Some researchers made efforts on measuring transport properties (including permeability) by numerical simulation. Keehm et al. obtained good results in estimating permeability and electric conductivity of complicated pore geometries using Lattice-Boltzmann method (LBM) . Kameda et al. applied LBM to estimate 3D permeability through 2D images of small fragments of rocks. They obtained a valid permeability-porosity trend by using a significant number of such small fragments in statistical sense . Saenger et al. estimated permeability through LBM flow simulation and compared mechanical and transport properties for the same digital rocks .
Since all physical parameters can be easily and exactly controlled in numerical simulations, the shortcomings of laboratory experiments mentioned previously can be avoided. In particular, numerical methods have the advantage of separately studying different physical processes coexisting in nature, which are uneasily separated in laboratory. It is easier to form standardization of measurement methods and obtain unchangeable results. It will be a very efficient and economical way for measuring properties of porous media combining with the digital rock physics [17, 18]. In the present paper, we studied how to establish this digital laboratory method for measuring permeability of porous media through directly solving the N-S equation, other than reconstructing it by LBM method. To the best knowledge of the authors, all studies of permeability prediction have been concerned only with diagonal permeability tensor actually. Full tensor of permeability has not been studied extensively since it has more general meanings for practical applications. Thus, we expand our research object from the simple diagonal permeability tensor to more general full permeability tensor. We select gravity in periodic domain as the driven force, instead of pressure widely used in previous studies [1–18]. This can avoid the edge effect encountered in experimental measurements. As a first trial, we assume incompressible single-phase flow to pass through the porous media in rectangular geometry, but the methodology can be extended to more complex applications, for example two-phase flow using diffuse interface models, which will be pursued in our future researches. The basic principles and proposed methods in this study will be presented next.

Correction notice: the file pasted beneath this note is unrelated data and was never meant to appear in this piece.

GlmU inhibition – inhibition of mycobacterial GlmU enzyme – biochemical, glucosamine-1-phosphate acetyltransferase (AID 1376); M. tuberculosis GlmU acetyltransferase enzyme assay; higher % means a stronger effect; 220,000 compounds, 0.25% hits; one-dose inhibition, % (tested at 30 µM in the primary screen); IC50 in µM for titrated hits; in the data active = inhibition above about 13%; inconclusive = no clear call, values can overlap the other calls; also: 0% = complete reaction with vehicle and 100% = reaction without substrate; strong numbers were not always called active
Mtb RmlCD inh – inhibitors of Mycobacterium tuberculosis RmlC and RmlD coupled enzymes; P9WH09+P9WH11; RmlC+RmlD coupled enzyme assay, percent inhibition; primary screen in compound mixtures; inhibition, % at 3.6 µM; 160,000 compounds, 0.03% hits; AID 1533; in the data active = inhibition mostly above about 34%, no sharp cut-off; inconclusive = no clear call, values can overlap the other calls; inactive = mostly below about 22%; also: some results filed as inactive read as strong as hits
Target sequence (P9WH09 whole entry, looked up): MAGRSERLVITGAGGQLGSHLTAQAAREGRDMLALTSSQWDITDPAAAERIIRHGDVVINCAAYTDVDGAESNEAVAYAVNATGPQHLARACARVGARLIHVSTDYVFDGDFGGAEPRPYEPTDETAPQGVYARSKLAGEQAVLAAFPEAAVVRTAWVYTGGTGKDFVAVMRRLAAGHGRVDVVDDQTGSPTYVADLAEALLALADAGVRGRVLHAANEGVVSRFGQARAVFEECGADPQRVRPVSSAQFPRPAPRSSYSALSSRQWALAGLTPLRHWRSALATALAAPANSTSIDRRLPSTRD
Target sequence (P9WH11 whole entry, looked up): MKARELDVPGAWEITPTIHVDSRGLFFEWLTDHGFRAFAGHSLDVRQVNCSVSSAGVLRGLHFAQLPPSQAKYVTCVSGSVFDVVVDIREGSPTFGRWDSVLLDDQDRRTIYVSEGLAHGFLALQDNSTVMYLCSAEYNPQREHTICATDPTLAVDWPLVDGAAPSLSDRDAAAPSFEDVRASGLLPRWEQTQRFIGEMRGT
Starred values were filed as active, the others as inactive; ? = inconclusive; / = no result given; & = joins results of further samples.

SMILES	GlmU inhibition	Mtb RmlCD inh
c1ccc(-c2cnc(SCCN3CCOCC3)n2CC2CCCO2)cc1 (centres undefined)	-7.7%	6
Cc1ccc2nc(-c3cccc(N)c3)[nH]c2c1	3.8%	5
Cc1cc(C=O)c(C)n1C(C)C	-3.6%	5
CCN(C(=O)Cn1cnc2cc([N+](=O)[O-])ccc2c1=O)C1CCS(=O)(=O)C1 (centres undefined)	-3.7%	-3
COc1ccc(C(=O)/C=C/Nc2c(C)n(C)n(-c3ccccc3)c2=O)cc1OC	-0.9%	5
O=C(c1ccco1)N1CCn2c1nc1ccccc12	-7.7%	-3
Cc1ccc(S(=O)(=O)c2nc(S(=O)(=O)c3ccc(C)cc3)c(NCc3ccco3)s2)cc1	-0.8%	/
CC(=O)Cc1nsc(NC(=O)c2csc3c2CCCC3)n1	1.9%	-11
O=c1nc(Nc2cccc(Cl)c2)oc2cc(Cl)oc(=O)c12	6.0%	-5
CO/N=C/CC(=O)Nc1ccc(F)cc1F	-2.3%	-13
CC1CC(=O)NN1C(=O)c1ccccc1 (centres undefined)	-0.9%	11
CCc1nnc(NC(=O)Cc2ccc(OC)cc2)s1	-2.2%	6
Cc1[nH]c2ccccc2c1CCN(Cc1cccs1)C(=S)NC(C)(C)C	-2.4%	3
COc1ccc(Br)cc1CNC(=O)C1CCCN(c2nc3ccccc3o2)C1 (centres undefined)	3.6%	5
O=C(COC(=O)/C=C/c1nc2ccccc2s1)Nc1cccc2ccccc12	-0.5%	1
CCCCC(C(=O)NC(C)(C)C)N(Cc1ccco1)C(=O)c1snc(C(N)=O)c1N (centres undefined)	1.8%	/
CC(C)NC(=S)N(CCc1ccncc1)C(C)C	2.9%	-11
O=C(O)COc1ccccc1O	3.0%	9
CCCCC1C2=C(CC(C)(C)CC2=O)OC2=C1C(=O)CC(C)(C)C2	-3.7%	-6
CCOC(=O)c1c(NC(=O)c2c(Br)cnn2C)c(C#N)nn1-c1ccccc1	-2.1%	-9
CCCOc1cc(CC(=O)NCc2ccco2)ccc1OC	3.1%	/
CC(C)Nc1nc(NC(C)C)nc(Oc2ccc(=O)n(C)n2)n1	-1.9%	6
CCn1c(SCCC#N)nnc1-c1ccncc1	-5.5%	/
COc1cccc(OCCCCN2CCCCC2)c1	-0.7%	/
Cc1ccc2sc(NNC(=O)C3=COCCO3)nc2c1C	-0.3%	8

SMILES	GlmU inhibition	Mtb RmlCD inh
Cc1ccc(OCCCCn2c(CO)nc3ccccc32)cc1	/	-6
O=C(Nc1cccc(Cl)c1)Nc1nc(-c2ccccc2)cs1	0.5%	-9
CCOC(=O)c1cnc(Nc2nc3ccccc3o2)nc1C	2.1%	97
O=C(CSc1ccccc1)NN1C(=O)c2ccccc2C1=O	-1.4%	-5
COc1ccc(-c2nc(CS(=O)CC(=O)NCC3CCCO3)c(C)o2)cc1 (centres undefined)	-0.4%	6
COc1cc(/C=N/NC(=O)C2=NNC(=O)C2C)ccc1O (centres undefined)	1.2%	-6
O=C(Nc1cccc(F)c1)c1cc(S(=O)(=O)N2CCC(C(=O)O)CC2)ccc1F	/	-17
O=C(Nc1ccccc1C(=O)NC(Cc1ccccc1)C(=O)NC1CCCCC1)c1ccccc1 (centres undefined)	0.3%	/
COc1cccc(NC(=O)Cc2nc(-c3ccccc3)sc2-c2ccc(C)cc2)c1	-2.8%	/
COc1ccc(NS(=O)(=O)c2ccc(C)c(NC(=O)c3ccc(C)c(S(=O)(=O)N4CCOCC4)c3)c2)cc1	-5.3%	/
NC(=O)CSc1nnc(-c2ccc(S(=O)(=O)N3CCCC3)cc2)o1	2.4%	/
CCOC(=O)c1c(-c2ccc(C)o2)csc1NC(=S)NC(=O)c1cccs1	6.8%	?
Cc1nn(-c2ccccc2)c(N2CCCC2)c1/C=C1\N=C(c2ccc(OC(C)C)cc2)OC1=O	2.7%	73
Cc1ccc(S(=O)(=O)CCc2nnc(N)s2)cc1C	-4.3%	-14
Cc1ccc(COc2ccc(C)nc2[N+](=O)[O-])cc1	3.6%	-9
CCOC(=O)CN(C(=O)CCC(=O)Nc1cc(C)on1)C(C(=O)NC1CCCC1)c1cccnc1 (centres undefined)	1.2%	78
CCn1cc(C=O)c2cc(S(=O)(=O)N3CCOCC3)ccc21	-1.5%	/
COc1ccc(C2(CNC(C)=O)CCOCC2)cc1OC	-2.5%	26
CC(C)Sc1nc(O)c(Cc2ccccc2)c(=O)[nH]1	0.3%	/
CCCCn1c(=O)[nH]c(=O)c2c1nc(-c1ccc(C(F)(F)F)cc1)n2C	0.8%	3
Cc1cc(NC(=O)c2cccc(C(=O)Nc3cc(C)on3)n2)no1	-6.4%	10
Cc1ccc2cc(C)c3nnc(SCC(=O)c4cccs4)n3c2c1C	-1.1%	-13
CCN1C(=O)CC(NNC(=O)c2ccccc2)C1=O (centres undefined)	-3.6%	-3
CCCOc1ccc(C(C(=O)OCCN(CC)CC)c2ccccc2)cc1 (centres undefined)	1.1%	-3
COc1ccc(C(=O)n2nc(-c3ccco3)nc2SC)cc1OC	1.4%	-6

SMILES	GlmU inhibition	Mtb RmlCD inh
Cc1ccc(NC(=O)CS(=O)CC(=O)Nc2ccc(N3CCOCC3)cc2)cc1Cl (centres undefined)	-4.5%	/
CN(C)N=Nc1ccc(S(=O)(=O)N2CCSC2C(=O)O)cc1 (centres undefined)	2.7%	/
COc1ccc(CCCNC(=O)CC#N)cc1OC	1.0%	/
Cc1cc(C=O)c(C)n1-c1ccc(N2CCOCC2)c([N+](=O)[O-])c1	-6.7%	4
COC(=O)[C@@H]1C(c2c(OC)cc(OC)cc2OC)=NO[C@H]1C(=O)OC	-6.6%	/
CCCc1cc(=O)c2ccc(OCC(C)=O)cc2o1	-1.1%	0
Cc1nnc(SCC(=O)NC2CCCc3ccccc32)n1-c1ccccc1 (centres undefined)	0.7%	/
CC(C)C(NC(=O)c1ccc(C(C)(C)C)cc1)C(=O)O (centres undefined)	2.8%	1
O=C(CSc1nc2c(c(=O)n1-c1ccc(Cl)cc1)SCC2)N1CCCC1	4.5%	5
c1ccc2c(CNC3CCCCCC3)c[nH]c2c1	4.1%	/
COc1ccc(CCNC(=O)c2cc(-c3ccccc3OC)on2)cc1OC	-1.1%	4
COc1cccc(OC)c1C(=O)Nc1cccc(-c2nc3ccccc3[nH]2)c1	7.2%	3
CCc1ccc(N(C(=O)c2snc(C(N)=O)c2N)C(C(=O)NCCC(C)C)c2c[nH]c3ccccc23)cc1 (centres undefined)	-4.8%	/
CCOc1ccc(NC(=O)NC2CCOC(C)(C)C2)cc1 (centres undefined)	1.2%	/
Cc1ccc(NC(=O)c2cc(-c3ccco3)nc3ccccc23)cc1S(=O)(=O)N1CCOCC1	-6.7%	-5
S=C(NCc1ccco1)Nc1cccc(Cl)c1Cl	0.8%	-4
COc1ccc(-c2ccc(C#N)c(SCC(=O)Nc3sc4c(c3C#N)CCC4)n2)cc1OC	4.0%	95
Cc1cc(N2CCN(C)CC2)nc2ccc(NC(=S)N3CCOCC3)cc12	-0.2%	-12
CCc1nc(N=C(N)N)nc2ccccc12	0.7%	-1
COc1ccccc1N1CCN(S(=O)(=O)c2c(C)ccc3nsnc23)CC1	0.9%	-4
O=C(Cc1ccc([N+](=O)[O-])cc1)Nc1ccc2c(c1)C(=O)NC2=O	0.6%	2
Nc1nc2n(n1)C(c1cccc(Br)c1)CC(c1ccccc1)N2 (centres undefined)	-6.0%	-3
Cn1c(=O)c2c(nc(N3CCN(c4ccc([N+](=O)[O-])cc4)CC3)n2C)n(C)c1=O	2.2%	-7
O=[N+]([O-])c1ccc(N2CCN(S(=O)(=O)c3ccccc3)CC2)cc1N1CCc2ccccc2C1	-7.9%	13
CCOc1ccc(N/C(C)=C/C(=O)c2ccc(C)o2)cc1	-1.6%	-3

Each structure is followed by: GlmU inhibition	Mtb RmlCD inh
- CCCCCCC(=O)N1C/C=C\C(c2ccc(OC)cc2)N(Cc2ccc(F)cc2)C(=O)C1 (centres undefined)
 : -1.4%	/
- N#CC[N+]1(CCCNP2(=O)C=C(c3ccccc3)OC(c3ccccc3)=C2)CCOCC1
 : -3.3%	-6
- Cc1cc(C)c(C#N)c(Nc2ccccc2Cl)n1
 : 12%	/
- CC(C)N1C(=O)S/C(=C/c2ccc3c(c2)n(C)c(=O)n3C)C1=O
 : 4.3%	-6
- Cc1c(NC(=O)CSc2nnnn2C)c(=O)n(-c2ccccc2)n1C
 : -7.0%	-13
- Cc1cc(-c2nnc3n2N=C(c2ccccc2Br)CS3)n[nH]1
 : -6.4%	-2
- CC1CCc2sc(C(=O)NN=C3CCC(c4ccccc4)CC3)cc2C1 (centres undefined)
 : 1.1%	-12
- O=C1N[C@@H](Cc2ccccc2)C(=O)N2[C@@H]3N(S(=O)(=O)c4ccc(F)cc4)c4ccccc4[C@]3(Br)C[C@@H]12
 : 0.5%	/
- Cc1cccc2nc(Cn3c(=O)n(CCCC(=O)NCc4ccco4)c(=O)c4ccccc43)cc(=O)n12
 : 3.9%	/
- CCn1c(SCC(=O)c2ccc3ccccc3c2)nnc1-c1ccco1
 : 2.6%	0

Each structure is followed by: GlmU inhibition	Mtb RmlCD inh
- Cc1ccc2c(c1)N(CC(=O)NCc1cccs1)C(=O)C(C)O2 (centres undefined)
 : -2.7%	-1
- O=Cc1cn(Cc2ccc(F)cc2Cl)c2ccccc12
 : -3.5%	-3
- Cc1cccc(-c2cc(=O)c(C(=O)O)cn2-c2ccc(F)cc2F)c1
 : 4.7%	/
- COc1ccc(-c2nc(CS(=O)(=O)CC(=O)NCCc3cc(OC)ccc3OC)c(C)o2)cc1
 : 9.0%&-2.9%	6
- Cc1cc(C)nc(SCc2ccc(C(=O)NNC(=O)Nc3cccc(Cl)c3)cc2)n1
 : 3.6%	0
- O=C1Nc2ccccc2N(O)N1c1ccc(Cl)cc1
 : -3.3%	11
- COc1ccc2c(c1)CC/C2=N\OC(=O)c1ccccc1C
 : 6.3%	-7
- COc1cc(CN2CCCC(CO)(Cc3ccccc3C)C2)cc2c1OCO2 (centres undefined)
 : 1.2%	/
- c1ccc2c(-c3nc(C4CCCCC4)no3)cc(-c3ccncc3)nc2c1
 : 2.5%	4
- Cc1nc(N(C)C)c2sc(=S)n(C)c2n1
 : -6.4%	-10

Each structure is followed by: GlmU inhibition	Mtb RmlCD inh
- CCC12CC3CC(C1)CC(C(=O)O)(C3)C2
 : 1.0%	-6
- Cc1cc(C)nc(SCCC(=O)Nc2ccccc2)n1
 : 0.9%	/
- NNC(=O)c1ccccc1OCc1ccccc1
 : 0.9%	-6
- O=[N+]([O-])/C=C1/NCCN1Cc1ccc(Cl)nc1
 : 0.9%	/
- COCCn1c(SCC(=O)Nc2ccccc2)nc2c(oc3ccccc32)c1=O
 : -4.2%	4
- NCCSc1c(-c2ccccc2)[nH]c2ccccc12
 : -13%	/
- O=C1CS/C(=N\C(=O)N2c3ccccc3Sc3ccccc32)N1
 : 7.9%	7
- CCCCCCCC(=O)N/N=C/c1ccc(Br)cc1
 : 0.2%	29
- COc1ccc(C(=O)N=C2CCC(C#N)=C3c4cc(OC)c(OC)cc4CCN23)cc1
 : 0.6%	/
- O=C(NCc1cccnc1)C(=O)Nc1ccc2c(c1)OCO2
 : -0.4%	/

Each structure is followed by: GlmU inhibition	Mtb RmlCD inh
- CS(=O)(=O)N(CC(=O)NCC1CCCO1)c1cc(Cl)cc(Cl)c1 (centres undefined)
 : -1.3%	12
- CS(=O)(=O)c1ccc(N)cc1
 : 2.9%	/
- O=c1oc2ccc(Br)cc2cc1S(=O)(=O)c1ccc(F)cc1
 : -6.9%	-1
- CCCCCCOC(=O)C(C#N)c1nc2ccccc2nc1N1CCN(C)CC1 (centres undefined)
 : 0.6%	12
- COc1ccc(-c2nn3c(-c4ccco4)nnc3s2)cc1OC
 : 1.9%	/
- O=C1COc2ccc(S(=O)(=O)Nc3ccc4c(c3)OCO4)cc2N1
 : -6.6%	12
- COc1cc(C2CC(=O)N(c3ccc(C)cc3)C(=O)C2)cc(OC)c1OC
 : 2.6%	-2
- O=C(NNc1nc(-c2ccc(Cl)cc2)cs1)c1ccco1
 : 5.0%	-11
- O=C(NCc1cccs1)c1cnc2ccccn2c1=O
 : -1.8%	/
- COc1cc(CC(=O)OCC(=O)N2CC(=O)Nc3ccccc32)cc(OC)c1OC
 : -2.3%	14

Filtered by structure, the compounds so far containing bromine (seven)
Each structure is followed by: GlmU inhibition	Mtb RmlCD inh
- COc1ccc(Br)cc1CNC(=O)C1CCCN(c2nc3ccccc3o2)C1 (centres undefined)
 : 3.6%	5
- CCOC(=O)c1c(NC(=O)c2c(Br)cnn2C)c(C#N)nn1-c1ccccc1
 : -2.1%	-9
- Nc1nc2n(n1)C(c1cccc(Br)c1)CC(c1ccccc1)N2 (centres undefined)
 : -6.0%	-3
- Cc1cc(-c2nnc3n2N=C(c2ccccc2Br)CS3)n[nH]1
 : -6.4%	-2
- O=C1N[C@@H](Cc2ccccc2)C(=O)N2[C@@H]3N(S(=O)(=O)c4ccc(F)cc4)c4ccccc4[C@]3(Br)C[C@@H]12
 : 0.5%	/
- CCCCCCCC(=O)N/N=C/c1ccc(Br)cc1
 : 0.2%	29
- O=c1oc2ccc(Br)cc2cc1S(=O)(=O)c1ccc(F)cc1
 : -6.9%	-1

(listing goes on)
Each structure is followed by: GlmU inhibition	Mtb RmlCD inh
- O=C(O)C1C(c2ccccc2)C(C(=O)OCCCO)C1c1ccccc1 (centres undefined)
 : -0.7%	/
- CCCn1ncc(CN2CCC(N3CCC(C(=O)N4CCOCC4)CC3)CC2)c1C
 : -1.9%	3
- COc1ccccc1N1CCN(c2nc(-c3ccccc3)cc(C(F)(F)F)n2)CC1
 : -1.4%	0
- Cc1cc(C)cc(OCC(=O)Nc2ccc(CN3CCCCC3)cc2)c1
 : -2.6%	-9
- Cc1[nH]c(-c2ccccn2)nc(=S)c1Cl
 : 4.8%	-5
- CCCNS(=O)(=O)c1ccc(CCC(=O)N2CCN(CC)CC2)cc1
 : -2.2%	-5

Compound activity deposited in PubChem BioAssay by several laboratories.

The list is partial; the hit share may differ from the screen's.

2. Principles and Methods
2.1. General Principles
The basic law that is used by experimental and numerical studies for measuring permeability is the Darcy’s law: where is Darcy velocity (m/s), is the permeability tensor (m2), is the gravitational acceleration (m/s2), is the pressure gradient (Pa/m), is the density of fluid (kg/m3), and is the dynamic viscosity of fluid .
The N-S equation (2) and the continuity equation (3) that describe fluid flow in the continuum sense are as follows ( is the Laplace operator): Conventional methods for measuring permeability neglect gravity and drive the fluid flow by pressure because it is easier to control, especially for laboratory experiments. Here, we select to use the full expressions of (1)~(3) to determine the permeability. Periodic boundary condition is adopted so that boundary pressure needs not to be considered. It is pretty easier for numerical implementation and more sensible in nature because subsurface formation is in fact a periodic system or statistically periodic one. The general procedure is stated below.
Step 2. Obtain volumetric velocity of the whole domain according to the samples obtained in Step 1.
Step 3. Solve permeability for the whole domain by directly setting the volumetric velocity as the Darcy velocity in (1).
The detailed numerical methods used in these three steps will be introduced in the next section.
2.2. Numerical Methods